In a joint statement on Friday, the companies said the settlement does not include a cross licence to their respective patents. “Apple and Google have also agreed to work together in some areas of patent reform,” the statement said.
Apple and companies that make phones using Google’s Android software have filed dozens of such lawsuits against one another around the world to protect their technology. Apple co-founder Steve Jobs called Android a “stolen product”.
Google and Apple informed a federal appeals court in Washington that their cases against each other should be dismissed, according to filings on Friday. However, the deal does not apply to Apple’s litigation against Samsung Electronics Co Ltd.
Apple has battled Google and what once were the largest adopters of its Android mobile software, partly to try to curb the rapid expansion of the free, rival operating system.
But it has been unable to slow Android’s ascendancy, which is now installed on an estimated 80 per cent of new phones sold every year. Motorola, the US company that pioneered the mobile phone, no longer ranks among the biggest smartphone makers.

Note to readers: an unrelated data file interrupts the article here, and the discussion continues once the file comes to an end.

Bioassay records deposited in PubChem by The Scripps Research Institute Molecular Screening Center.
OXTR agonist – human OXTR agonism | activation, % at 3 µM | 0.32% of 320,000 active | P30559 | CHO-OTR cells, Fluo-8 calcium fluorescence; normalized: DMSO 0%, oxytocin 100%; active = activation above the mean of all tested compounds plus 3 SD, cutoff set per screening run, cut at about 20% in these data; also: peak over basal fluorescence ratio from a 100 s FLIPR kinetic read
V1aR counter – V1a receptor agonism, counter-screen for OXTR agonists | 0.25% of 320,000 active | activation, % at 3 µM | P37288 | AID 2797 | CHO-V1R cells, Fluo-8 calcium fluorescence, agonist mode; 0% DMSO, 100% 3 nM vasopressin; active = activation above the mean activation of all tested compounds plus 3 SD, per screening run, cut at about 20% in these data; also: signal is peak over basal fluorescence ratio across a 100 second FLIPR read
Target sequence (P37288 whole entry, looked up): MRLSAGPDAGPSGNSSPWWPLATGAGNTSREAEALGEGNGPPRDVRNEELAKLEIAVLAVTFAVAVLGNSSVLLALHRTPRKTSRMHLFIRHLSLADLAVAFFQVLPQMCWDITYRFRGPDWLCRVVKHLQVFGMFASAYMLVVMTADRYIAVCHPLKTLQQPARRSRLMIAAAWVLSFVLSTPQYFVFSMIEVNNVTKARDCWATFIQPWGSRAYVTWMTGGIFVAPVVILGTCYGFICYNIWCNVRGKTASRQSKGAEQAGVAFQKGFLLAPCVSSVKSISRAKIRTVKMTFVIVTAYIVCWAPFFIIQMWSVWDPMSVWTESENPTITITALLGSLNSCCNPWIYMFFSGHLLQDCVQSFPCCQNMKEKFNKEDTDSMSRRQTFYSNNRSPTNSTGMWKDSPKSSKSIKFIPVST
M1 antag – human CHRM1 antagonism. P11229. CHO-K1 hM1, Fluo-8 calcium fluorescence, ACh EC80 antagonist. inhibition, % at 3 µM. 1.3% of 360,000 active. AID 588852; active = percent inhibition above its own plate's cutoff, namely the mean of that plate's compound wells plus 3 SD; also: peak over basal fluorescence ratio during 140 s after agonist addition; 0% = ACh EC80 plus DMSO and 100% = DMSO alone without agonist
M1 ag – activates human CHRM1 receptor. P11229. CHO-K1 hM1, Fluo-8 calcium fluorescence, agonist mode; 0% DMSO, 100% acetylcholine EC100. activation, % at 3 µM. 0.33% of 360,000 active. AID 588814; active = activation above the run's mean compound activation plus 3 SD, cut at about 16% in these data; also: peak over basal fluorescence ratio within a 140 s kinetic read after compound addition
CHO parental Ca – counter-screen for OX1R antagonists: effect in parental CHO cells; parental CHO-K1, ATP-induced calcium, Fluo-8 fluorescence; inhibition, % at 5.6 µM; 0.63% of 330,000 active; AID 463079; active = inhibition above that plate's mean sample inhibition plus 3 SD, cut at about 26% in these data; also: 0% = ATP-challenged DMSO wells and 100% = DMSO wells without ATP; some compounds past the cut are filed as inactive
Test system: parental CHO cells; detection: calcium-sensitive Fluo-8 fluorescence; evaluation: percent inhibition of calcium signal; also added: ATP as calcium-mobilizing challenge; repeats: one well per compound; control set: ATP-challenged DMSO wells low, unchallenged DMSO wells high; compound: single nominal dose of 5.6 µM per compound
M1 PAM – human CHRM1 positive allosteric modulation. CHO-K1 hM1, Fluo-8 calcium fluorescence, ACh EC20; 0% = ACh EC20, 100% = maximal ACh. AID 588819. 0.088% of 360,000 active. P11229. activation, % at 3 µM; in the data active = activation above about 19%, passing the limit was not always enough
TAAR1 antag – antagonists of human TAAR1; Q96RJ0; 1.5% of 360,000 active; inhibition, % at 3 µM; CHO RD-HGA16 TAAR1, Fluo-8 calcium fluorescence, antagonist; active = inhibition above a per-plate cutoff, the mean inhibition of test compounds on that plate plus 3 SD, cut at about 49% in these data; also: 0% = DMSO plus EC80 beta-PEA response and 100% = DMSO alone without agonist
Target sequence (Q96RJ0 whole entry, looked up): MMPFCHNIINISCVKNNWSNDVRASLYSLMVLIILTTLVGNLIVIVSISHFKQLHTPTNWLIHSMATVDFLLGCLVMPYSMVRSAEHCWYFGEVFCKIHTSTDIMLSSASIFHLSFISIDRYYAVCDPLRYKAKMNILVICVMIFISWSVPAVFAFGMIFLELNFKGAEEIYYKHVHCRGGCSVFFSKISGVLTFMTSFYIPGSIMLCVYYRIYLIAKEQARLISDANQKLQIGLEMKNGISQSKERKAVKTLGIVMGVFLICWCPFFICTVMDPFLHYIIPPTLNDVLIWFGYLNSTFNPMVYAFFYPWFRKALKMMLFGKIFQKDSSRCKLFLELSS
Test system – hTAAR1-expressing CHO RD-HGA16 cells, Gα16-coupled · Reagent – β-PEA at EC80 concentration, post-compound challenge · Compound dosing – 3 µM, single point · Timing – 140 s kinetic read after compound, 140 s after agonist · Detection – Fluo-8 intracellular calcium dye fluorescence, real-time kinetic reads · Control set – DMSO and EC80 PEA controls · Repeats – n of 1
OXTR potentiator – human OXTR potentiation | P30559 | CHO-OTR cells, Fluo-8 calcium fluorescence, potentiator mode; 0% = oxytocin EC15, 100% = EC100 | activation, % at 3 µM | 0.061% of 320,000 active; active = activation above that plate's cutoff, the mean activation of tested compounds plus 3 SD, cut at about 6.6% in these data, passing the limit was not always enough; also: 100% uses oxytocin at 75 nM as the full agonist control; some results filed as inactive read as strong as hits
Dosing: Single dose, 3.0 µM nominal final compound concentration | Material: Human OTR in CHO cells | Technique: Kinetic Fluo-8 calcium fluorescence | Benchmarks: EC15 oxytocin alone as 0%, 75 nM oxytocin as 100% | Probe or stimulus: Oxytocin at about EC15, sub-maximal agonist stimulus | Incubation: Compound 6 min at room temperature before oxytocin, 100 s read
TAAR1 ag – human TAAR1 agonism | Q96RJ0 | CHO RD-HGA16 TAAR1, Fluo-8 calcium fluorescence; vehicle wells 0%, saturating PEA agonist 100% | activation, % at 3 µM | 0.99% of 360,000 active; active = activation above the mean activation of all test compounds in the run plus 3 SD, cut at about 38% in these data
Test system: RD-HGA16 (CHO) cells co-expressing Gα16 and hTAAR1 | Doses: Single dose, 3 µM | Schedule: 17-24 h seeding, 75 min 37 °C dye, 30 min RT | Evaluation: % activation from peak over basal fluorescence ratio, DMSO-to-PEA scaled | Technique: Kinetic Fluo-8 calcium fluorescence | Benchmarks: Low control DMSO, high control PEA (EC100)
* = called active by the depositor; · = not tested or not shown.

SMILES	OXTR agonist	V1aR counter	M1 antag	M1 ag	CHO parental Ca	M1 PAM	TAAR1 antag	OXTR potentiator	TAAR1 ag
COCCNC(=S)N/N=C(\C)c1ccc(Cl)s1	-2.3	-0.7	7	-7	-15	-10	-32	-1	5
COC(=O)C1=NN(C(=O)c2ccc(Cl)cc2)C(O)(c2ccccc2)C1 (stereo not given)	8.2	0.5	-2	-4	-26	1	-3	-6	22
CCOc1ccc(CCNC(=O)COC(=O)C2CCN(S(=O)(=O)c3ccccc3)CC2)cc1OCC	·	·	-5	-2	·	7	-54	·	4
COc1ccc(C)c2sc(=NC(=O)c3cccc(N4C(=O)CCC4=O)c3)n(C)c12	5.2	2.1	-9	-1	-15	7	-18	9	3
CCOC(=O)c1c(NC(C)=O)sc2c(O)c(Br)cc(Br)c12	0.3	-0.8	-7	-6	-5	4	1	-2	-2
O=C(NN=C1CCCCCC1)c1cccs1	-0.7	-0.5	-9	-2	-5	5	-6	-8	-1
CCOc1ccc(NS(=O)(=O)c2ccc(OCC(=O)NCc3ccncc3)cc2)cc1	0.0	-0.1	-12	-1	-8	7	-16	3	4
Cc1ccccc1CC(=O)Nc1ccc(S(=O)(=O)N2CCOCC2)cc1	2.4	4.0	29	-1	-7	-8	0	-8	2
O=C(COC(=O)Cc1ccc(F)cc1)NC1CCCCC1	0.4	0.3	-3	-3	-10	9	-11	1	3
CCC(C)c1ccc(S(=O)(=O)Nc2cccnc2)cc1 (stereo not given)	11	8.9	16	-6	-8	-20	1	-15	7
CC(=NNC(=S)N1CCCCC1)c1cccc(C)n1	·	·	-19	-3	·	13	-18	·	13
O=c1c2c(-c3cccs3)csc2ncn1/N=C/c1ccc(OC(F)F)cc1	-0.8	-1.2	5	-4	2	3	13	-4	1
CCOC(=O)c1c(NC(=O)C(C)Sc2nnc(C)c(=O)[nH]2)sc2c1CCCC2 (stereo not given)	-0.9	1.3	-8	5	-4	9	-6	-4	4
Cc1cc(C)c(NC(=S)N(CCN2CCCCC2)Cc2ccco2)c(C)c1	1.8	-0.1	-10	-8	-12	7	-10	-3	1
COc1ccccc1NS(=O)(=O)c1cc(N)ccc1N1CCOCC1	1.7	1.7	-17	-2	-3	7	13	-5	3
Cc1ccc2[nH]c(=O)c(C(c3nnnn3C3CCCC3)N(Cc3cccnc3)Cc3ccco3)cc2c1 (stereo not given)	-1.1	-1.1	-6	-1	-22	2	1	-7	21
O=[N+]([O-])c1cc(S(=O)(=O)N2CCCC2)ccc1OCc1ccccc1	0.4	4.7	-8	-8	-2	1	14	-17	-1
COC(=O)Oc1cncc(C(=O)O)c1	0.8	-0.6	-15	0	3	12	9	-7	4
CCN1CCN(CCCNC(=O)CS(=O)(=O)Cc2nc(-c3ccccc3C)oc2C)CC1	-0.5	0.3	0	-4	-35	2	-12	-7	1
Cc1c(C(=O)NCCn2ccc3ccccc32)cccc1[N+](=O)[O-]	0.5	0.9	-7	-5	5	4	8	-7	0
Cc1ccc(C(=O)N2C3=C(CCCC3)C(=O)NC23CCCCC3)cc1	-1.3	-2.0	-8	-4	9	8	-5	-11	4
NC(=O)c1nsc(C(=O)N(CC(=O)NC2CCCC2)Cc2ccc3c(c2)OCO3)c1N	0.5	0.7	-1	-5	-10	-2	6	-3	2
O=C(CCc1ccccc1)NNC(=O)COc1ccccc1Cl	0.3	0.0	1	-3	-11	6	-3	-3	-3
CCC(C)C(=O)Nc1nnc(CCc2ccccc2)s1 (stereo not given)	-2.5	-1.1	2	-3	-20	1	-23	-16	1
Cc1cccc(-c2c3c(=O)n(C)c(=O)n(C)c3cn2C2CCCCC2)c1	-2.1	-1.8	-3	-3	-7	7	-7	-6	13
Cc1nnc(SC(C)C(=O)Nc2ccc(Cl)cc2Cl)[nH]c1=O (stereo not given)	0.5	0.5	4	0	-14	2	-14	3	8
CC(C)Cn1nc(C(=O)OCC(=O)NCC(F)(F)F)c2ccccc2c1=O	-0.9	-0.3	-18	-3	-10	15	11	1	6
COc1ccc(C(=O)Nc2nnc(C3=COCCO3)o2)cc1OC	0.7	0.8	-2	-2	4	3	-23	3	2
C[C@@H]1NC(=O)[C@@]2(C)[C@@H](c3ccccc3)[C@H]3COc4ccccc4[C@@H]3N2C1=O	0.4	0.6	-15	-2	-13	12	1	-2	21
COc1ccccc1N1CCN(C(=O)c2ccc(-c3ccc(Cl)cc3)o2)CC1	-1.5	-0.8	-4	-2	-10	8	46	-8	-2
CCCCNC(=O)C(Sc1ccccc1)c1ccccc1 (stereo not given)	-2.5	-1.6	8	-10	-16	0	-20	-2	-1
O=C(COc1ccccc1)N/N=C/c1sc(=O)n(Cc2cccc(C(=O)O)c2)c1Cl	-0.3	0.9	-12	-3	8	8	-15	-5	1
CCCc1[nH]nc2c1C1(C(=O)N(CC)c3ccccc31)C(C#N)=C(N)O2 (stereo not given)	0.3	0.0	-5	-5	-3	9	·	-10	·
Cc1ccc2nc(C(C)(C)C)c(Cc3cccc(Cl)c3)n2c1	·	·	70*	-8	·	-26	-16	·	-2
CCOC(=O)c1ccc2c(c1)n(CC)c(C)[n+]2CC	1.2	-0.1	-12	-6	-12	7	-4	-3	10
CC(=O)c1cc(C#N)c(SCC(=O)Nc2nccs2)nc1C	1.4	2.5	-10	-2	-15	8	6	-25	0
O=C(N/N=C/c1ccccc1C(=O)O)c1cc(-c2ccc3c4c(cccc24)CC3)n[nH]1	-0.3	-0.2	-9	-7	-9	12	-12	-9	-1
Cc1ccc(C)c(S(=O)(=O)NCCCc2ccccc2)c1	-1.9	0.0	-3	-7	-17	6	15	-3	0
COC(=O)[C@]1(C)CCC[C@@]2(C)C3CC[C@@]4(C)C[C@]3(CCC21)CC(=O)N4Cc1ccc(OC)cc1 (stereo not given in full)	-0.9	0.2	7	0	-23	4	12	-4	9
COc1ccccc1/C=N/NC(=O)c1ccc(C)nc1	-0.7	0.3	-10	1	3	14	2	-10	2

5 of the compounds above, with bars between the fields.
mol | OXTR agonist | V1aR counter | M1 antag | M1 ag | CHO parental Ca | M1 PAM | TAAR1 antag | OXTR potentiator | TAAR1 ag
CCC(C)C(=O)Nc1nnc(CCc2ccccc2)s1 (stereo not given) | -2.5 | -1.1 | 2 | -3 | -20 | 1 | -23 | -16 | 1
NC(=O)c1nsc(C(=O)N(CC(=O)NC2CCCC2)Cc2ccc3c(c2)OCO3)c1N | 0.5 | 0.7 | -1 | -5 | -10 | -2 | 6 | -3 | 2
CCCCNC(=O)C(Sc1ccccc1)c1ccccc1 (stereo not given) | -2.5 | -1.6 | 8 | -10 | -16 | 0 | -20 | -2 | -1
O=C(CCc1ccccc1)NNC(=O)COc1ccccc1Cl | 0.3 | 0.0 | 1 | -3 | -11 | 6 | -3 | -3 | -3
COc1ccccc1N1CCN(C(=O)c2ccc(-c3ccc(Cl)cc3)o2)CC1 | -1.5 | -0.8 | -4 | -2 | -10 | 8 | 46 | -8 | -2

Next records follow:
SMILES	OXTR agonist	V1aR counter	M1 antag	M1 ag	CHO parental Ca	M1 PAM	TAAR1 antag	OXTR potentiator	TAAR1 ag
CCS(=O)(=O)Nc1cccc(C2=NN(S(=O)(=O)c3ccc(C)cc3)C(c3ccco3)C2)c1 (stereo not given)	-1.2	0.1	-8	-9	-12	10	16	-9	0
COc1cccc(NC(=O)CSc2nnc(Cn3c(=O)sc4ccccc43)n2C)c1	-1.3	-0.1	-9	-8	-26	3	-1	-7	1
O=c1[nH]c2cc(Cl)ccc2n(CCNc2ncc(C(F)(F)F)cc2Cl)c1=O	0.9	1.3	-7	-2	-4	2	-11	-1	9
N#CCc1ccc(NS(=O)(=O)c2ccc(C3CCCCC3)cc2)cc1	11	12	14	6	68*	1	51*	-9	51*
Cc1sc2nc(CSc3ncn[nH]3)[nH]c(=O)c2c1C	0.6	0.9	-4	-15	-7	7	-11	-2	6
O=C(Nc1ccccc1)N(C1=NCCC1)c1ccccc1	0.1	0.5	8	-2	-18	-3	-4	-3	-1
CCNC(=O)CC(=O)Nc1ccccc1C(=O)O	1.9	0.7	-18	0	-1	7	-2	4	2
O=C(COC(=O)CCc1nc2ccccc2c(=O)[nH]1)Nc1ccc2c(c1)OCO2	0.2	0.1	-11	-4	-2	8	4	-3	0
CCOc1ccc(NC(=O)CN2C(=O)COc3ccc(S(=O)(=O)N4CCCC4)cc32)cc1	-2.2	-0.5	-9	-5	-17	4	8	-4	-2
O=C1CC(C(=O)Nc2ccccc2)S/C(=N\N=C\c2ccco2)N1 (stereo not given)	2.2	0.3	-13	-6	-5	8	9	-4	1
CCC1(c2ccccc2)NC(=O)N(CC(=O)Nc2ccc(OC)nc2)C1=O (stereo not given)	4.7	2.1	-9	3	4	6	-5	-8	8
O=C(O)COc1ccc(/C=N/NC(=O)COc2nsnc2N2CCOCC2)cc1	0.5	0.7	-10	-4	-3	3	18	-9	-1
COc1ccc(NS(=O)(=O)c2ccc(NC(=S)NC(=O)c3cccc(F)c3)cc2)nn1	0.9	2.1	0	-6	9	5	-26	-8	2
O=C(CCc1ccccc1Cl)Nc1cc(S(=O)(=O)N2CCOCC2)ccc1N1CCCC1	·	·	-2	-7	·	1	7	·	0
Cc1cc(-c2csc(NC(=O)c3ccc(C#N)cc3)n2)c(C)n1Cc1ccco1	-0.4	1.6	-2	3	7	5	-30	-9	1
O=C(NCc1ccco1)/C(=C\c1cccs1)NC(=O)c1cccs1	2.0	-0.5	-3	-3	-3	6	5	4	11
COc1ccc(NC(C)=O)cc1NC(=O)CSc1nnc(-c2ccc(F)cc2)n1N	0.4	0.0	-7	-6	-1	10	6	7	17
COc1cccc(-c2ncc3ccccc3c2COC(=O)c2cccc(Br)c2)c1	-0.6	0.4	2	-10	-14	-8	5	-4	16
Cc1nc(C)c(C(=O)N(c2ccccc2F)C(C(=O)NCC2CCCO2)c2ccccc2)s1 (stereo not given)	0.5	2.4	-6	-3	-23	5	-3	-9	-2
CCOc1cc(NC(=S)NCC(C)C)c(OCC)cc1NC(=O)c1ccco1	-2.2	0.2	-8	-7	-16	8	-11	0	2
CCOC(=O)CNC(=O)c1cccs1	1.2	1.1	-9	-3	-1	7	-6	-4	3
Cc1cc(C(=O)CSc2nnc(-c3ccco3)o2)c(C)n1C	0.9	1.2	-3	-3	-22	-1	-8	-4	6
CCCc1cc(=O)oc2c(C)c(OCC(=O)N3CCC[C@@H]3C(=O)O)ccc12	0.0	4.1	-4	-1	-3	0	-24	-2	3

The most high-profile case between Apple and Motorola began in 2010. Motorola accused Apple of infringing several patents, including one essential to how cellphones operate on a 3G network, while Apple said Motorola violated its patents to certain smartphone features.
The cases were consolidated in a Chicago federal court. However, Judge Richard Posner dismissed it in 2012 shortly before trial, saying neither company had sufficient evidence to prove its case. Last month, the appeals court gave Apple another chance to win a sales ban against Motorola.
Apple’s biggest victory against Android came against Samsung, where US juries have awarded Apple more than $1 billion in damages. Those verdicts are on appeal.
Google acquired Motorola Mobility in 2012 for $12.5 billion, and this year announced it was selling Motorola Mobility’s handset business to Lenovo, while keeping the vast majority of the patents.